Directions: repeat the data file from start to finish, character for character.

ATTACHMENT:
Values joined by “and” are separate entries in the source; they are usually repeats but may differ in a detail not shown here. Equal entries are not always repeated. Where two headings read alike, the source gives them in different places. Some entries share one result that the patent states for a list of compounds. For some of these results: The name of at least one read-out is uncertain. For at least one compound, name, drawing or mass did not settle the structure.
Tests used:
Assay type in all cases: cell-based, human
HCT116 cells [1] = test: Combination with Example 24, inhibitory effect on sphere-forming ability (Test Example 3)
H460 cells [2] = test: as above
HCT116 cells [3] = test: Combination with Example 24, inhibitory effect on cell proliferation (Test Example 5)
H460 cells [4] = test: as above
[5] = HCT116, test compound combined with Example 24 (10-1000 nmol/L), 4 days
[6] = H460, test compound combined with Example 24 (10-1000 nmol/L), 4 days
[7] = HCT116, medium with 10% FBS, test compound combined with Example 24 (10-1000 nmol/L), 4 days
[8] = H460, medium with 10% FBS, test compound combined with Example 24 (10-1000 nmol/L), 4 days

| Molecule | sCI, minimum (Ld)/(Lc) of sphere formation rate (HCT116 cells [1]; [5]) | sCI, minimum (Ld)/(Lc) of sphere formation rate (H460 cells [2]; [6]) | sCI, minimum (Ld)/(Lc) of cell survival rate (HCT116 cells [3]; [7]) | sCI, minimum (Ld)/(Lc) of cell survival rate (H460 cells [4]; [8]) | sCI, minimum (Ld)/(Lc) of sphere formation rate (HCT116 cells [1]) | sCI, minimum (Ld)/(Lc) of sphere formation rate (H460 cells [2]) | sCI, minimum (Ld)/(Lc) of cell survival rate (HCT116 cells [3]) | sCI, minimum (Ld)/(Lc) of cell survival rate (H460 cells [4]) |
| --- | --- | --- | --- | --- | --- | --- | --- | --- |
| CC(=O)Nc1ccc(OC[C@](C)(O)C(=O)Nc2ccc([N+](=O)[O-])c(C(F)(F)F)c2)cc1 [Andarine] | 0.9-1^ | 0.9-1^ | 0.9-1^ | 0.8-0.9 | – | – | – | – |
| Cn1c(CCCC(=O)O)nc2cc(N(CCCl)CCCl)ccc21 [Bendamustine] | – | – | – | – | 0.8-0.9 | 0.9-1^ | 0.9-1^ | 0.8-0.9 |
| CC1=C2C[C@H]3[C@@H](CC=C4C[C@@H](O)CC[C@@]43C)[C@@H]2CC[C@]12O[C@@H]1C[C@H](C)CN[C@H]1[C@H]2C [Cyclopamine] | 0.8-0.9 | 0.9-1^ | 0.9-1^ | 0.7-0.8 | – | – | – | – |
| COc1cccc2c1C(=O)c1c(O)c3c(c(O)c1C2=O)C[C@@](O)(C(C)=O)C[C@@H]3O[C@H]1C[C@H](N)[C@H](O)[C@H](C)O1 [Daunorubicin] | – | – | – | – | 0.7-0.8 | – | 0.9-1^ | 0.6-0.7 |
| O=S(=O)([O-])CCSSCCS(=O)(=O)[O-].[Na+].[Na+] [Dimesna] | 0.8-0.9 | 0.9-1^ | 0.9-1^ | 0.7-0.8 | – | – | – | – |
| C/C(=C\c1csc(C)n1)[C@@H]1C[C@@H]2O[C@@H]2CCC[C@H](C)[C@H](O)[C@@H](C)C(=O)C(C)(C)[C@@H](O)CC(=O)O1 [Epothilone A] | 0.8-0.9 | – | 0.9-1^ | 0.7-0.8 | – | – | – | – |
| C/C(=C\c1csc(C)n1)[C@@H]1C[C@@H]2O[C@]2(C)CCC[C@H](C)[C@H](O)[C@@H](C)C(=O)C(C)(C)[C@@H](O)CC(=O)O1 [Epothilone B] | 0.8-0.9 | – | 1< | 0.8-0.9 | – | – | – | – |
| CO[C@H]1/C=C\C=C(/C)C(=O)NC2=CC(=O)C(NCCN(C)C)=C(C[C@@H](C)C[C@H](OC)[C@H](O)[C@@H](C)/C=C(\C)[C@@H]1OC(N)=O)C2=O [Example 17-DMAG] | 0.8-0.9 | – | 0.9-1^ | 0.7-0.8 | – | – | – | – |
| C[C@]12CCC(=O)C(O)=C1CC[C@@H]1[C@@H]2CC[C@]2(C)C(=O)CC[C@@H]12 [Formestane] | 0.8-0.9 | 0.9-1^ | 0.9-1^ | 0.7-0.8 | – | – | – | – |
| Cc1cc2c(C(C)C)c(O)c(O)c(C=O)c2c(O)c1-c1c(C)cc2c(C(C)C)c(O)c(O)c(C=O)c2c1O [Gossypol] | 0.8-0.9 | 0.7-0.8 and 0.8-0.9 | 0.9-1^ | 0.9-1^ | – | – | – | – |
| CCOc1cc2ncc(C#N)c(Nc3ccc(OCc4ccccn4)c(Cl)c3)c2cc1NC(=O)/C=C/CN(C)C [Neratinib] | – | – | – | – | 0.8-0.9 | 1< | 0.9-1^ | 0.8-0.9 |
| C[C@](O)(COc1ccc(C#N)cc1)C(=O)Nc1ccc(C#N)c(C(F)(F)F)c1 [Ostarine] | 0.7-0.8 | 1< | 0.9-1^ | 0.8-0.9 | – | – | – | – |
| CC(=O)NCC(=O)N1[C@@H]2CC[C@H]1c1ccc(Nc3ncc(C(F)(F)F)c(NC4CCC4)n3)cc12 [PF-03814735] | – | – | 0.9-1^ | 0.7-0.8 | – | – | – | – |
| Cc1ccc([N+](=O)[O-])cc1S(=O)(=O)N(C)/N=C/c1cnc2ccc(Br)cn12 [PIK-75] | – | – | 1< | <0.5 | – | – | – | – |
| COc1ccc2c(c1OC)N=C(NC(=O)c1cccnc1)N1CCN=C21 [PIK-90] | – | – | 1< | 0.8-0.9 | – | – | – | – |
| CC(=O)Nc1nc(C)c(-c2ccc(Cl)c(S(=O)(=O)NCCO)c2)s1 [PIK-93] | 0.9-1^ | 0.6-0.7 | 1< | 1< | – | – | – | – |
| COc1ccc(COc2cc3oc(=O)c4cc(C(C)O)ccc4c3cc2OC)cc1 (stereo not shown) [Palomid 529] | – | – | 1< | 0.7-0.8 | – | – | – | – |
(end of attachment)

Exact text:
Values joined by “and” are separate entries in the source; they are usually repeats but may differ in a detail not shown here. Equal entries are not always repeated. Where two headings read alike, the source gives them in different places. Some entries share one result that the patent states for a list of compounds. For some of these results: The name of at least one read-out is uncertain. For at least one compound, name, drawing or mass did not settle the structure.
Tests used:
Assay type in all cases: cell-based, human
HCT116 cells [1] = test: Combination with Example 24, inhibitory effect on sphere-forming ability (Test Example 3)
H460 cells [2] = test: as above
HCT116 cells [3] = test: Combination with Example 24, inhibitory effect on cell proliferation (Test Example 5)
H460 cells [4] = test: as above
[5] = HCT116, test compound combined with Example 24 (10-1000 nmol/L), 4 days
[6] = H460, test compound combined with Example 24 (10-1000 nmol/L), 4 days
[7] = HCT116, medium with 10% FBS, test compound combined with Example 24 (10-1000 nmol/L), 4 days
[8] = H460, medium with 10% FBS, test compound combined with Example 24 (10-1000 nmol/L), 4 days

| Molecule | sCI, minimum (Ld)/(Lc) of sphere formation rate (HCT116 cells [1]; [5]) | sCI, minimum (Ld)/(Lc) of sphere formation rate (H460 cells [2]; [6]) | sCI, minimum (Ld)/(Lc) of cell survival rate (HCT116 cells [3]; [7]) | sCI, minimum (Ld)/(Lc) of cell survival rate (H460 cells [4]; [8]) | sCI, minimum (Ld)/(Lc) of sphere formation rate (HCT116 cells [1]) | sCI, minimum (Ld)/(Lc) of sphere formation rate (H460 cells [2]) | sCI, minimum (Ld)/(Lc) of cell survival rate (HCT116 cells [3]) | sCI, minimum (Ld)/(Lc) of cell survival rate (H460 cells [4]) |
| --- | --- | --- | --- | --- | --- | --- | --- | --- |
| CC(=O)Nc1ccc(OC[C@](C)(O)C(=O)Nc2ccc([N+](=O)[O-])c(C(F)(F)F)c2)cc1 [Andarine] | 0.9-1^ | 0.9-1^ | 0.9-1^ | 0.8-0.9 | – | – | – | – |
| Cn1c(CCCC(=O)O)nc2cc(N(CCCl)CCCl)ccc21 [Bendamustine] | – | – | – | – | 0.8-0.9 | 0.9-1^ | 0.9-1^ | 0.8-0.9 |
| CC1=C2C[C@H]3[C@@H](CC=C4C[C@@H](O)CC[C@@]43C)[C@@H]2CC[C@]12O[C@@H]1C[C@H](C)CN[C@H]1[C@H]2C [Cyclopamine] | 0.8-0.9 | 0.9-1^ | 0.9-1^ | 0.7-0.8 | – | – | – | – |
| COc1cccc2c1C(=O)c1c(O)c3c(c(O)c1C2=O)C[C@@](O)(C(C)=O)C[C@@H]3O[C@H]1C[C@H](N)[C@H](O)[C@H](C)O1 [Daunorubicin] | – | – | – | – | 0.7-0.8 | – | 0.9-1^ | 0.6-0.7 |
| O=S(=O)([O-])CCSSCCS(=O)(=O)[O-].[Na+].[Na+] [Dimesna] | 0.8-0.9 | 0.9-1^ | 0.9-1^ | 0.7-0.8 | – | – | – | – |
| C/C(=C\c1csc(C)n1)[C@@H]1C[C@@H]2O[C@@H]2CCC[C@H](C)[C@H](O)[C@@H](C)C(=O)C(C)(C)[C@@H](O)CC(=O)O1 [Epothilone A] | 0.8-0.9 | – | 0.9-1^ | 0.7-0.8 | – | – | – | – |
| C/C(=C\c1csc(C)n1)[C@@H]1C[C@@H]2O[C@]2(C)CCC[C@H](C)[C@H](O)[C@@H](C)C(=O)C(C)(C)[C@@H](O)CC(=O)O1 [Epothilone B] | 0.8-0.9 | – | 1< | 0.8-0.9 | – | – | – | – |
| CO[C@H]1/C=C\C=C(/C)C(=O)NC2=CC(=O)C(NCCN(C)C)=C(C[C@@H](C)C[C@H](OC)[C@H](O)[C@@H](C)/C=C(\C)[C@@H]1OC(N)=O)C2=O [Example 17-DMAG] | 0.8-0.9 | – | 0.9-1^ | 0.7-0.8 | – | – | – | – |
| C[C@]12CCC(=O)C(O)=C1CC[C@@H]1[C@@H]2CC[C@]2(C)C(=O)CC[C@@H]12 [Formestane] | 0.8-0.9 | 0.9-1^ | 0.9-1^ | 0.7-0.8 | – | – | – | – |
| Cc1cc2c(C(C)C)c(O)c(O)c(C=O)c2c(O)c1-c1c(C)cc2c(C(C)C)c(O)c(O)c(C=O)c2c1O [Gossypol] | 0.8-0.9 | 0.7-0.8 and 0.8-0.9 | 0.9-1^ | 0.9-1^ | – | – | – | – |
| CCOc1cc2ncc(C#N)c(Nc3ccc(OCc4ccccn4)c(Cl)c3)c2cc1NC(=O)/C=C/CN(C)C [Neratinib] | – | – | – | – | 0.8-0.9 | 1< | 0.9-1^ | 0.8-0.9 |
| C[C@](O)(COc1ccc(C#N)cc1)C(=O)Nc1ccc(C#N)c(C(F)(F)F)c1 [Ostarine] | 0.7-0.8 | 1< | 0.9-1^ | 0.8-0.9 | – | – | – | – |
| CC(=O)NCC(=O)N1[C@@H]2CC[C@H]1c1ccc(Nc3ncc(C(F)(F)F)c(NC4CCC4)n3)cc12 [PF-03814735] | – | – | 0.9-1^ | 0.7-0.8 | – | – | – | – |
| Cc1ccc([N+](=O)[O-])cc1S(=O)(=O)N(C)/N=C/c1cnc2ccc(Br)cn12 [PIK-75] | – | – | 1< | <0.5 | – | – | – | – |
| COc1ccc2c(c1OC)N=C(NC(=O)c1cccnc1)N1CCN=C21 [PIK-90] | – | – | 1< | 0.8-0.9 | – | – | – | – |
| CC(=O)Nc1nc(C)c(-c2ccc(Cl)c(S(=O)(=O)NCCO)c2)s1 [PIK-93] | 0.9-1^ | 0.6-0.7 | 1< | 1< | – | – | – | – |
| COc1ccc(COc2cc3oc(=O)c4cc(C(C)O)ccc4c3cc2OC)cc1 (stereo not shown) [Palomid 529] | – | – | 1< | 0.7-0.8 | – | – | – | – |